So let's look at the other side: FESMP (an abbreviation of the areas above) costs. As I said, emotion has a cost - in the example, people were willing to give the government an interest-free loan (paying extra taxes for a big refund) because they knew wouldn't manage the money as well. So because of this emotional soft spot (not being able to stay firm in saving that money), they paid in lost interest.
Another example, from the Seven Laws of Money: the author(!!!), a financial planner and author, saved $2,000 by borrowing $2,000 from another bank, putting it in a CD, and paying the loan back. He only lost a little bit, on the spread between the rates, but he's a financial planner, and that's the best he can do??? Emotional cost.Then I got to thinking about it... People pay for membership in a gym - physical cost. People give money to their church - spiritual cost. People get sick and take days off of work - physical cost. People take holidays to recharge - mental cost. By spending money, we save in other areas, by spending in other areas, we save money. Think of staying late to get extra work done - you make more, but you cost yourself physically and emotionally.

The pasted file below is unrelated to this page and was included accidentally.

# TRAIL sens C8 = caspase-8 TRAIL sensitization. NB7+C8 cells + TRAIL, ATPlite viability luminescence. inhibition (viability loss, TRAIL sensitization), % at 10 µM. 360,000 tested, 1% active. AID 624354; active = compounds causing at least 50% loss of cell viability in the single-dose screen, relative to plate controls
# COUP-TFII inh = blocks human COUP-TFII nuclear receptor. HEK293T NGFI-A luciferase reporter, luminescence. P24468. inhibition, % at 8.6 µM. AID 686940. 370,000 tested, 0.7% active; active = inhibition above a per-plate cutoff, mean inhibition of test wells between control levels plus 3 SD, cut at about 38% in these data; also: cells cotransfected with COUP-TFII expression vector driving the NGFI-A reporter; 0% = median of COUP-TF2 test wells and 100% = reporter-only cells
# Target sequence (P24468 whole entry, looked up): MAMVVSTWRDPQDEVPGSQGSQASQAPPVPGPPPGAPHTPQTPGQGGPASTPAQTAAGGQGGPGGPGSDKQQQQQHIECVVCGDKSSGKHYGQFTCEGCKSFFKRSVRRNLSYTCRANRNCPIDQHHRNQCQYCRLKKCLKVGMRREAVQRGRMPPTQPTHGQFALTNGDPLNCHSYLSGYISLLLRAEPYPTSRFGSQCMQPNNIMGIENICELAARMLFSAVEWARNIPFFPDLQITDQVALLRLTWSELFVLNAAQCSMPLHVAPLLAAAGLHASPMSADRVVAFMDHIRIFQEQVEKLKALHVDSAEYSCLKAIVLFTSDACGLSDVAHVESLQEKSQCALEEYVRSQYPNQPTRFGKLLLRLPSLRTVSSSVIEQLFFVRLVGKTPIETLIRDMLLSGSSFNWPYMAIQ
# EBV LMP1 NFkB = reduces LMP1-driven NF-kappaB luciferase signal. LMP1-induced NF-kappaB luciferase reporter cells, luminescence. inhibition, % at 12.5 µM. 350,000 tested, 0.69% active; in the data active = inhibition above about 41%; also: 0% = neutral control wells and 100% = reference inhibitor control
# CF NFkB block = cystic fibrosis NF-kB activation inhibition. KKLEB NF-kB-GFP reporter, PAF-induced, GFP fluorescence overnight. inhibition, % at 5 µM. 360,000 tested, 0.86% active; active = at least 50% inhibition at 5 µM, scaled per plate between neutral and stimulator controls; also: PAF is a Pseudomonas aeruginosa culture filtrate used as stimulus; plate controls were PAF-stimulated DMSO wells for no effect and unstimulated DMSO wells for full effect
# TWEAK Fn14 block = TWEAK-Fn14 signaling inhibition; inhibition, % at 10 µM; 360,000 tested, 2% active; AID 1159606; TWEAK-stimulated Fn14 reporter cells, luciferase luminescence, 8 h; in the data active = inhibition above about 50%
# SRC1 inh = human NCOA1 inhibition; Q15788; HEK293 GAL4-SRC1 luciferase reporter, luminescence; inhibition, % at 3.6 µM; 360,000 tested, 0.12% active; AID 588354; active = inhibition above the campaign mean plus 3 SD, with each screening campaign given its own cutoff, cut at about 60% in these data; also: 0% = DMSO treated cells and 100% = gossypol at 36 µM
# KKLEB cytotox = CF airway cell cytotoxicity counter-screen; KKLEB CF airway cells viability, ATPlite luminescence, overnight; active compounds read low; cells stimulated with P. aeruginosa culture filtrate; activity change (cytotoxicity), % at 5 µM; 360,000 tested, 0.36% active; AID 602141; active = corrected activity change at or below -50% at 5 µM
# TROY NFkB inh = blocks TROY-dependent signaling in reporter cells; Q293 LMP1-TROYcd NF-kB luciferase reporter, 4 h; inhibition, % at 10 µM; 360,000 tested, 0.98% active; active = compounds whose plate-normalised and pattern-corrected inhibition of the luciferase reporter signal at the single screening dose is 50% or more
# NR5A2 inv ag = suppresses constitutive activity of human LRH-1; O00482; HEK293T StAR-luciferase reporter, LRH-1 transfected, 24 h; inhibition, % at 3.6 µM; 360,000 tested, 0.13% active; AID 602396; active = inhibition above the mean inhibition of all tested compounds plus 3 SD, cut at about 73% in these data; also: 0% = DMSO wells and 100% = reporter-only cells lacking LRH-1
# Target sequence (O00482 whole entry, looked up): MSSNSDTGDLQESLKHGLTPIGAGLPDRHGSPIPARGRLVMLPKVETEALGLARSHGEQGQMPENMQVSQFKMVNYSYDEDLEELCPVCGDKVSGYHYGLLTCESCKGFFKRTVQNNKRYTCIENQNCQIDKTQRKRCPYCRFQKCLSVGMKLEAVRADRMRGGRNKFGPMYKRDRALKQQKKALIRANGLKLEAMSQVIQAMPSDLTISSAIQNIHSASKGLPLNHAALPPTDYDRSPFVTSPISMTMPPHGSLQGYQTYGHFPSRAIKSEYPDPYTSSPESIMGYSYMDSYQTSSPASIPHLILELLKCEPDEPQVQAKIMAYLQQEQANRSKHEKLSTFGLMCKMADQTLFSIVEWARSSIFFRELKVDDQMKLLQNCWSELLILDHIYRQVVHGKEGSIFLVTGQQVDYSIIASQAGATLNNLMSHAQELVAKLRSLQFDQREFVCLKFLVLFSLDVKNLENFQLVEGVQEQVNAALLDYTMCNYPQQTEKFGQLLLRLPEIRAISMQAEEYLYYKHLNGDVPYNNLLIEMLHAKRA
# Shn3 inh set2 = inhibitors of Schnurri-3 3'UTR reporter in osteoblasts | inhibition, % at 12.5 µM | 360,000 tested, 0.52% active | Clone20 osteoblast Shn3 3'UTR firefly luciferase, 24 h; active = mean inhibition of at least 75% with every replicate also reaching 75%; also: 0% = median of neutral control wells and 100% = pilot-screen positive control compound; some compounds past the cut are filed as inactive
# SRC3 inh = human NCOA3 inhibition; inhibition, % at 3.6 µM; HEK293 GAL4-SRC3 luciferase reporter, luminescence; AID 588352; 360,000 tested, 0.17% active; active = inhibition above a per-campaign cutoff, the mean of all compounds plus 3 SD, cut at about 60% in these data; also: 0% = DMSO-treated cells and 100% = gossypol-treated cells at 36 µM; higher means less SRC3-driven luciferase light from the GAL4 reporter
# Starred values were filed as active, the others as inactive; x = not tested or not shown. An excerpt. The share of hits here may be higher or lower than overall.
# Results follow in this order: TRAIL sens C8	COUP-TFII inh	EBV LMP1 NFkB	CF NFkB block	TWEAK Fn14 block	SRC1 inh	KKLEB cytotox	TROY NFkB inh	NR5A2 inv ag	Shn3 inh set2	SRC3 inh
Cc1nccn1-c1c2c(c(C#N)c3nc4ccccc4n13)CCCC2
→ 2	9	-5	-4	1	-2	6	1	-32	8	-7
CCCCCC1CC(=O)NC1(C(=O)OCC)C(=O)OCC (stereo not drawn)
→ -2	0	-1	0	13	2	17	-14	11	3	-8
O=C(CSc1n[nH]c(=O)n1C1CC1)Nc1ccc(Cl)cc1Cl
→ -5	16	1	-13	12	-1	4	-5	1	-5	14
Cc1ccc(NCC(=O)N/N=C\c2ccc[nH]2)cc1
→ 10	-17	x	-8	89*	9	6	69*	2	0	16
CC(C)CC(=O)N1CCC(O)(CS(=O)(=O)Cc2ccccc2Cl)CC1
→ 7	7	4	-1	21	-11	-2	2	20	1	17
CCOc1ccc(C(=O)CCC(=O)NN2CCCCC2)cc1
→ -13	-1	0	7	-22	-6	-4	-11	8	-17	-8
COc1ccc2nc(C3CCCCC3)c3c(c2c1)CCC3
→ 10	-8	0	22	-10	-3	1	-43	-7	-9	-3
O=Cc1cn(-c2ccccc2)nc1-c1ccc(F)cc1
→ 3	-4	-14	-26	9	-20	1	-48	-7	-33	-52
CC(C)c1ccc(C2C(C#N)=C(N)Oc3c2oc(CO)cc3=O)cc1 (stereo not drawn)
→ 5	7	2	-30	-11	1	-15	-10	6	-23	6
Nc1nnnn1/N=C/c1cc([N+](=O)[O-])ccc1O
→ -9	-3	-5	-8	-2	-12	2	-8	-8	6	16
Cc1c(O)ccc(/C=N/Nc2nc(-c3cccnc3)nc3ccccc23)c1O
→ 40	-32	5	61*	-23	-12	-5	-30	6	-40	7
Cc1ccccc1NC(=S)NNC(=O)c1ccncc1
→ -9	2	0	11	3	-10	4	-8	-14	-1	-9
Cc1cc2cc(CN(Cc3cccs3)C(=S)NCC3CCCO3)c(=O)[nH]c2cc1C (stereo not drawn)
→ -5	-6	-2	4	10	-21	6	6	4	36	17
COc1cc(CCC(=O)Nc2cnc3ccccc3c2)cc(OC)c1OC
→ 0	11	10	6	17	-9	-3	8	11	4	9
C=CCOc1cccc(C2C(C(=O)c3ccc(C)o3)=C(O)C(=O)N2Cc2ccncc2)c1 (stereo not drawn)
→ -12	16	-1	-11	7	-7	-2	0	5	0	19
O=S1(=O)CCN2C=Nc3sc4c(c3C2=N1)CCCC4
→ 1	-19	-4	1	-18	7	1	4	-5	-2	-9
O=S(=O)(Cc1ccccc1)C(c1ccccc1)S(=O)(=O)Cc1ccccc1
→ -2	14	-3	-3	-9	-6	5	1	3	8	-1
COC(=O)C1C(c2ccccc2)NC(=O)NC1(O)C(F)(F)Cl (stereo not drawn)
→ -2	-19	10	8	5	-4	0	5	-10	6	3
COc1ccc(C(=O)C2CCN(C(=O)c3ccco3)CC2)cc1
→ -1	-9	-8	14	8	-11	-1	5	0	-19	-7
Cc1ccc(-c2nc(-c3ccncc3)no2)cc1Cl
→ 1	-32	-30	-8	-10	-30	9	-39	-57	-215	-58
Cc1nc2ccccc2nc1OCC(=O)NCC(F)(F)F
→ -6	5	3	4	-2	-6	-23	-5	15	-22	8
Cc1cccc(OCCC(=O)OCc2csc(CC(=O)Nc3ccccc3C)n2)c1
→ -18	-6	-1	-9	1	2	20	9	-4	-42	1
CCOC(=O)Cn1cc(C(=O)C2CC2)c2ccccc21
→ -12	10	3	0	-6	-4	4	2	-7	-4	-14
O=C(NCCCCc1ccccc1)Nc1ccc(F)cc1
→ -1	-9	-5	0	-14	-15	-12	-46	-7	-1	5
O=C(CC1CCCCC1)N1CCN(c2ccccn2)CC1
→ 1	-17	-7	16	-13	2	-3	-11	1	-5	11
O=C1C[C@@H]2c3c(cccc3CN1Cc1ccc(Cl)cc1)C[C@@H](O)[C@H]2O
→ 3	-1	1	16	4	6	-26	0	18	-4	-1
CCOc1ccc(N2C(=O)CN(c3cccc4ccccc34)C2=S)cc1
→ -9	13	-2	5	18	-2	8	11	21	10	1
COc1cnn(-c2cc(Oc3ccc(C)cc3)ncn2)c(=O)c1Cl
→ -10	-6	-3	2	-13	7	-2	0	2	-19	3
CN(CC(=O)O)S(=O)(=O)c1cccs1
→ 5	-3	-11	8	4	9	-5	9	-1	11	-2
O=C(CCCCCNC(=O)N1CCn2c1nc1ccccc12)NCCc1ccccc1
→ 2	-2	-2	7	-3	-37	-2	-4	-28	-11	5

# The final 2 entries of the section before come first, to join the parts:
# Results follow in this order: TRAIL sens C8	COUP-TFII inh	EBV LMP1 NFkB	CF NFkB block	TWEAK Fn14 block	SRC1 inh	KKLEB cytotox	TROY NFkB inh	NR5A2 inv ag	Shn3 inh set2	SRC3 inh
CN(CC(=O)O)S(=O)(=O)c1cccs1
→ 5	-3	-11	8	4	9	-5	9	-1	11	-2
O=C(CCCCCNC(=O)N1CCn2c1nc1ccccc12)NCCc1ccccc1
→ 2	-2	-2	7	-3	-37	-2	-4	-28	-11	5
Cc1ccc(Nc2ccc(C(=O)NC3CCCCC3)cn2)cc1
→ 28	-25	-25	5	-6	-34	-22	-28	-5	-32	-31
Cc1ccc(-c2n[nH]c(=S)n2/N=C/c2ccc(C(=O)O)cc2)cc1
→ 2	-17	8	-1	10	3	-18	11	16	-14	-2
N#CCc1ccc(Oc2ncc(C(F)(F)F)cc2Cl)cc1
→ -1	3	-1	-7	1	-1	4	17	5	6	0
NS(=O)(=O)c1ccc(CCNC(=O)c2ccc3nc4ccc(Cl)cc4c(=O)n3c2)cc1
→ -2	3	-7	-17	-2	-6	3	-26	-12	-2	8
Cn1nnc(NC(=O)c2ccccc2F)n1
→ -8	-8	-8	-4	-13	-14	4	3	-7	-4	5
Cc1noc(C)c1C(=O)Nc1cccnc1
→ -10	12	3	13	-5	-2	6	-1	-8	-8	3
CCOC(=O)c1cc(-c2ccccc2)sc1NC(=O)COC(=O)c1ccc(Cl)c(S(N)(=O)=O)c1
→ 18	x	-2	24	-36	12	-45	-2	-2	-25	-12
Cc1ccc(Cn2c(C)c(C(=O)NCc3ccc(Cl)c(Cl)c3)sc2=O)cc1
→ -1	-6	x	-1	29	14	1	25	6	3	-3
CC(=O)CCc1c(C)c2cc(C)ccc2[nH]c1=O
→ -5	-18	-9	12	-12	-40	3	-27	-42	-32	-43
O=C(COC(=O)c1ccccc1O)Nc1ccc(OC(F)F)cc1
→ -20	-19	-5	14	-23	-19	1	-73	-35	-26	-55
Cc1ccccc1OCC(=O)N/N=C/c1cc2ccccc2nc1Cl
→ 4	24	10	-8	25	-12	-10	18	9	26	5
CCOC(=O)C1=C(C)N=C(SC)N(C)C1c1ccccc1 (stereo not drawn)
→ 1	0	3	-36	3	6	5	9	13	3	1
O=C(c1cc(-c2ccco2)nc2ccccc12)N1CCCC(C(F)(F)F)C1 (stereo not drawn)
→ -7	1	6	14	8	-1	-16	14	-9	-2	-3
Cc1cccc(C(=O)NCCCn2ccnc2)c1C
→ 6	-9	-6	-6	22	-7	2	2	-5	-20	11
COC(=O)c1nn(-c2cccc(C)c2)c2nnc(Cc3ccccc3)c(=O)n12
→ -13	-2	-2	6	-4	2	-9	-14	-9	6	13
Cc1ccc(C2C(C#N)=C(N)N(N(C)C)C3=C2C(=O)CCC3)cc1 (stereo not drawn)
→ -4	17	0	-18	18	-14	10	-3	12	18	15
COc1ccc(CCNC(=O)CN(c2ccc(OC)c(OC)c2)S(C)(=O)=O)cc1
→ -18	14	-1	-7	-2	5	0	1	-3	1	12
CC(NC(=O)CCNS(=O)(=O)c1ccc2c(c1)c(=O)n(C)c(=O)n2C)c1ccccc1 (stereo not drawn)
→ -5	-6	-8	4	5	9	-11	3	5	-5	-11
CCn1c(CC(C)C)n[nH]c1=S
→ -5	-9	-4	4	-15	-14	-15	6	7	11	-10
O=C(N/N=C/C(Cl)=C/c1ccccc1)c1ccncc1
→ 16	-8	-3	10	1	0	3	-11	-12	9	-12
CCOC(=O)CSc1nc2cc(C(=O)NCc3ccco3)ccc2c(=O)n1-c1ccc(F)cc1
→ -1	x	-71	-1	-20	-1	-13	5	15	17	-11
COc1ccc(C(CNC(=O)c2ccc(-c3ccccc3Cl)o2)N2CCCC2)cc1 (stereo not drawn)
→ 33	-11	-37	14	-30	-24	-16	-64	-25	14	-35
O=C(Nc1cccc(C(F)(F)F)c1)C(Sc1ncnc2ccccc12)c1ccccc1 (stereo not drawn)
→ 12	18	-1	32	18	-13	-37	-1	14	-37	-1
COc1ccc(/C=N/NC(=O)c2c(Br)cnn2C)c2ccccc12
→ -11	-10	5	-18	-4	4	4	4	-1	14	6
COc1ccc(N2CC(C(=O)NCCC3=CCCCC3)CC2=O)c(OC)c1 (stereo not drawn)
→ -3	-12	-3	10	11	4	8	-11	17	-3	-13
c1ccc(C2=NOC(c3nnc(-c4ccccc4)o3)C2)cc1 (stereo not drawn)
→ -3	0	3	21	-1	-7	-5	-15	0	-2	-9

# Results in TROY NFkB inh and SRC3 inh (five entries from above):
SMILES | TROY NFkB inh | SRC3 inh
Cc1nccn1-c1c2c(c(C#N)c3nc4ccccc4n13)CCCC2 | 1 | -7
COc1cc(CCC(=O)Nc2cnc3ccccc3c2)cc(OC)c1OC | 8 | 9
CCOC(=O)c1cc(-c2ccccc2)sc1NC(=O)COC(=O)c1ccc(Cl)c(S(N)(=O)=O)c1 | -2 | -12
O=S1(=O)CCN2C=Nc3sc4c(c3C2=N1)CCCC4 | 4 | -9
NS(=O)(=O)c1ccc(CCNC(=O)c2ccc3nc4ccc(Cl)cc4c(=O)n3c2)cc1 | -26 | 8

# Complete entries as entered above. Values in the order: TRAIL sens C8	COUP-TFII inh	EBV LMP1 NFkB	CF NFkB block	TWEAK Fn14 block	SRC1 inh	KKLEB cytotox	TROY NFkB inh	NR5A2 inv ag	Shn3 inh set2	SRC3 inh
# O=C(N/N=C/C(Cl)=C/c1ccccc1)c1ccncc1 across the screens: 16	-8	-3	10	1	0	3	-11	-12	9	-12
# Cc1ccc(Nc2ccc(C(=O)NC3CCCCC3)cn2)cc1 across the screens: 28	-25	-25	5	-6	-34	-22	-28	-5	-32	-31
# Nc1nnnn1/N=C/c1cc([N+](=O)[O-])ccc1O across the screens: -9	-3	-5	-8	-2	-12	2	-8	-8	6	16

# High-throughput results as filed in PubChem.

Looking at it now, I can't see an example where 'mind' and 'emotion' aren't being used interchangeably. Should I have two categories or just one?
It would be a good practice to sit back and look at your 'wealth' in each of these areas, and the 'exchange rate' between them. It's interesting that, as we get low in one area, we are often willing to buy it at a premium, and as we get high, we are willing to sell at a discount. Think of the rich man in poor health, and what he'll be willing to spend to be healthy again, or the other extreme - the poor young man willing to work 70 hours a week to make lots of money.
- Where are you wealthy, and where are you poor?
- Are you balanced?
- If you made a pie chart with these five (four?) areas, what would it look like?